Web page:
Gang streetworker programs have a long history. A 1950s program in Boston in which seven professionally-trained streetworkers were directed “to contact, establish relations with, and attempt to change resident gangs” (p.7) showed no favourable impact when compared to gangs that had not been part of the program. A Chicago study in the 1960s did show some effects: “the greatest delinquency increases [recorded in the study] were experienced by youth who were served most intensively by their assigned streetworkers” (p. 7). More recent studies show, at best, mixed results of similar gang intervention approaches, with one study carried out in Pittsburgh showing a “statistically significant increase in aggravated assaults and gun assaults in its targeted neighbourhoods” (p. 10). One explanation for these results is that “the presence of streetworkers may have increased the cohesion of gangs, making some gangs more organized, in turn leading to increased violence” (p. 10).
In Boston, a streetworker program was started in 2009. It “deployed 15 streetworkers to develop relationships with and serve members of the 20 treatment gangs. Most streetworkers were assigned to a single gang…” (p. 11). Many of the streetworkers were former gang members who knew how gangs worked and were hired because of their specialized knowledge. The second strategy used in this program involved delivery of social services (e.g., life skills programs, education, employment opportunities) to treatment gang members.
Since concern about gun violence was the main impetus for starting the program, serious gun violence trends involving treatment gangs were compared, in a quasi-experimental design, to serious gun violence for equivalent gangs that did not receive treatment. Three different approaches to matching treated and untreated gangs were used.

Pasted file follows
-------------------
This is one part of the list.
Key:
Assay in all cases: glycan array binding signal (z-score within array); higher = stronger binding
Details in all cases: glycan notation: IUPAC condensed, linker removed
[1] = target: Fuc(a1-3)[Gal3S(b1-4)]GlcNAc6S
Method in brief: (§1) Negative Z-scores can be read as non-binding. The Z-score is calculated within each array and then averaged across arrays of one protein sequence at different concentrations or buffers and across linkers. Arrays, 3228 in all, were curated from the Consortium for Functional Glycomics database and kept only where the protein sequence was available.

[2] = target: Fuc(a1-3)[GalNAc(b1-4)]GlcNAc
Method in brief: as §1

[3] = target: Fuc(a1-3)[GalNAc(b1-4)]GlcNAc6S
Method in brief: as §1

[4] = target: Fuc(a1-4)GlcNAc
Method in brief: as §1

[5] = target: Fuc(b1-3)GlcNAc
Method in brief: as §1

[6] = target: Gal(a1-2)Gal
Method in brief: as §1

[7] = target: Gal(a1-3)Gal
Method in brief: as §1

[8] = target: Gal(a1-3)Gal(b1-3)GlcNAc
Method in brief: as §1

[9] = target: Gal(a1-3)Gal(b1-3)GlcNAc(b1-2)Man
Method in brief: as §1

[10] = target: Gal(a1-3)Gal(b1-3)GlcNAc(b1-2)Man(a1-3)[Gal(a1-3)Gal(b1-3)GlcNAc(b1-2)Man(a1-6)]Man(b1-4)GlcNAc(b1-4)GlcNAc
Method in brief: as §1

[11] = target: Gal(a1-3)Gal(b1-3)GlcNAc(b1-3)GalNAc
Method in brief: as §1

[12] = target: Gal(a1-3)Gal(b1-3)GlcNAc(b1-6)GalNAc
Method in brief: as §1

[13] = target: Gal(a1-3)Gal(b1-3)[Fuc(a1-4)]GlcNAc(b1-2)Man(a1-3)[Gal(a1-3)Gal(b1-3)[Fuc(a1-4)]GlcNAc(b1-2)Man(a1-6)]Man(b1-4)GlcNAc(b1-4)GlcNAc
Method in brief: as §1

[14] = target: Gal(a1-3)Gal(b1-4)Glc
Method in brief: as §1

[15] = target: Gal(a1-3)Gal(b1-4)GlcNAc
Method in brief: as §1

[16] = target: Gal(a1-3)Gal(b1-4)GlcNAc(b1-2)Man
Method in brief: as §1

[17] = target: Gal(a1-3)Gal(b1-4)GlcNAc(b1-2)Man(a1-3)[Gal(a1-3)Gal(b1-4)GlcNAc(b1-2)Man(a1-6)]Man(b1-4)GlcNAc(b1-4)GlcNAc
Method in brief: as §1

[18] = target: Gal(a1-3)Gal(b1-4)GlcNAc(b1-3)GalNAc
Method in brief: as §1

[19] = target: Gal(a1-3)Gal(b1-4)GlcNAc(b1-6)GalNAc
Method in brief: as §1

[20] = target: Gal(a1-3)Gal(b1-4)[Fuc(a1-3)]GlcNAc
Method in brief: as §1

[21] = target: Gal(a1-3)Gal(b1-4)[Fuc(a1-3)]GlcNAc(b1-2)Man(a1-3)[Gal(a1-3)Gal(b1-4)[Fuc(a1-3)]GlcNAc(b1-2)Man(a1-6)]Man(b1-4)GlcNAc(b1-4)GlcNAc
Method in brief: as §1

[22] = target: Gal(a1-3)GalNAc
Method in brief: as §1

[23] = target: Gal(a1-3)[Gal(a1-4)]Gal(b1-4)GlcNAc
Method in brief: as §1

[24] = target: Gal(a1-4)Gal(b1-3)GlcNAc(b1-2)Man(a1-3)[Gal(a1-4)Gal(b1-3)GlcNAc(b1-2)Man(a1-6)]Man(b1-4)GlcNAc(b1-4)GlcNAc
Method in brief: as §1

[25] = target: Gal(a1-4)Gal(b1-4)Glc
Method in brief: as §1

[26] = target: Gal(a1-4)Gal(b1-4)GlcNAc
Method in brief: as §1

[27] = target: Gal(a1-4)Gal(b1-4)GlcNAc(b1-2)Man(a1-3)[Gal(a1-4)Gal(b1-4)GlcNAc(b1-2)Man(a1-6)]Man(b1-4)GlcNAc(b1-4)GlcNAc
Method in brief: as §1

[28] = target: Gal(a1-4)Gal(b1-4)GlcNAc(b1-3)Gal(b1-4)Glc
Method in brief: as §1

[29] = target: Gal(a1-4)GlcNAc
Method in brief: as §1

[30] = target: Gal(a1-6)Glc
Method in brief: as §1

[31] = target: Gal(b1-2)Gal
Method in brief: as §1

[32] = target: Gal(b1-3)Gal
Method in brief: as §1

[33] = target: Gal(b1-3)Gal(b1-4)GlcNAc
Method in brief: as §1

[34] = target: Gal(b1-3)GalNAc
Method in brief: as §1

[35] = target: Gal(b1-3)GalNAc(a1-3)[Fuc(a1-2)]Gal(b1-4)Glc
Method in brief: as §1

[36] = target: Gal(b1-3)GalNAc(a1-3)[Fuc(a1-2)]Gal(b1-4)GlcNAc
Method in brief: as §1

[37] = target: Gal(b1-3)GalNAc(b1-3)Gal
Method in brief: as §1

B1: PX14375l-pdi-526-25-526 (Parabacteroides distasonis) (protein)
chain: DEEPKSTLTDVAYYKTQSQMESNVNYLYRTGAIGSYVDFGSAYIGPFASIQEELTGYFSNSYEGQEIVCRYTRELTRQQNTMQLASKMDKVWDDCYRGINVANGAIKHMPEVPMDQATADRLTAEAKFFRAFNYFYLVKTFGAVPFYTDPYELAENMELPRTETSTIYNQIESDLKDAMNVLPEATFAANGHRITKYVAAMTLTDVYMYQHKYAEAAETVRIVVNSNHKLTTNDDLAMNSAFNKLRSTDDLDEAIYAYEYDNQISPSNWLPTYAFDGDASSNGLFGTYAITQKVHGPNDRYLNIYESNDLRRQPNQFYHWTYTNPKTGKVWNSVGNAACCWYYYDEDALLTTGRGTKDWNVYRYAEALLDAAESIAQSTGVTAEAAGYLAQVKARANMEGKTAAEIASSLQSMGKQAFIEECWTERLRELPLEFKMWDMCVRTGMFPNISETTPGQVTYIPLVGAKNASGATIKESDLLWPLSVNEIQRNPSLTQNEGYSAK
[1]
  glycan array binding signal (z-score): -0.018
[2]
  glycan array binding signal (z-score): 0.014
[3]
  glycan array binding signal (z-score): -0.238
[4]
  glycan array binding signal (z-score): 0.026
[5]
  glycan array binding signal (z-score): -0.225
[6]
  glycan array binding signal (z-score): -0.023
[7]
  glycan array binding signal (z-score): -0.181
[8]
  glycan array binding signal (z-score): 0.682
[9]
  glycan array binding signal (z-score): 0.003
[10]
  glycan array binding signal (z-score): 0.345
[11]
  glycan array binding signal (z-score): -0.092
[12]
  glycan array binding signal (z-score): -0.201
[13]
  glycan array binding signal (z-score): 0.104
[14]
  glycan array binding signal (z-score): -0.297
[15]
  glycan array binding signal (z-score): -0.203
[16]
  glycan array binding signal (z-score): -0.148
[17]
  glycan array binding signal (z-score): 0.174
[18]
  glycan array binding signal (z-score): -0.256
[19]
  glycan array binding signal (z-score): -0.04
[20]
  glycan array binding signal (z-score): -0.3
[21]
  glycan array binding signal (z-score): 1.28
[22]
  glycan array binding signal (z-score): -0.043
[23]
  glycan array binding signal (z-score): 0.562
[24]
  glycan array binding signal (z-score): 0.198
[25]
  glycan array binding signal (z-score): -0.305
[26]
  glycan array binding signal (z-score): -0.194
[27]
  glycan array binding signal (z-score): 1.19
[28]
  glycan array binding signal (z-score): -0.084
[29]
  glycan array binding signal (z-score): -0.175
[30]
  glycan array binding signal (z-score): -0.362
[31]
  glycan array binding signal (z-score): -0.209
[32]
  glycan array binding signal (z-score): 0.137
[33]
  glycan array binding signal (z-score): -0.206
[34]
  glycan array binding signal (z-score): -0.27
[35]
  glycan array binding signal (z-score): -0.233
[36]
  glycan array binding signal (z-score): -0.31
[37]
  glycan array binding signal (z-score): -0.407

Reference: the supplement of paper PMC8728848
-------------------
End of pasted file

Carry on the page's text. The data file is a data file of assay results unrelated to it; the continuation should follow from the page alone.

If all one did is to look at changes within the gangs that were assigned a streetworker, it would seem that the treatment (gang streetworkers and providing services) was effective: shootings went down by 23%. However, the untreated gangs showed a 31% decrease in shootings. Compared to what would have happened with no intervention, then, it would seem that providing services increased the number of shootings beyond what would have happened without the intervention.
Conclusion: This program was implemented and monitored carefully. Measurement of gun violence in the two groups was carried out in an equivalent manner. Hence the increase in violence associated with gang streetworkers needs to be taken seriously, especially given the rather mixed findings over the past 60 years of research on this approach to dealing with gang violence. Although it is not known for certain why this ‘crime prevention’ program increased, rather than decreased, serious crime, it is thought that the intervention “may have strengthened gang identify and cohesion by its extensive use of group-based programming” (p. 15). “Given the existing evidence base, jurisdictions suffering from gang violence problems should be advised to avoid implementing gang streetworker programs” (p. 17). More generally the lesson is clear: it cannot be assumed that well-intentioned anti-crime treatments can do no harm.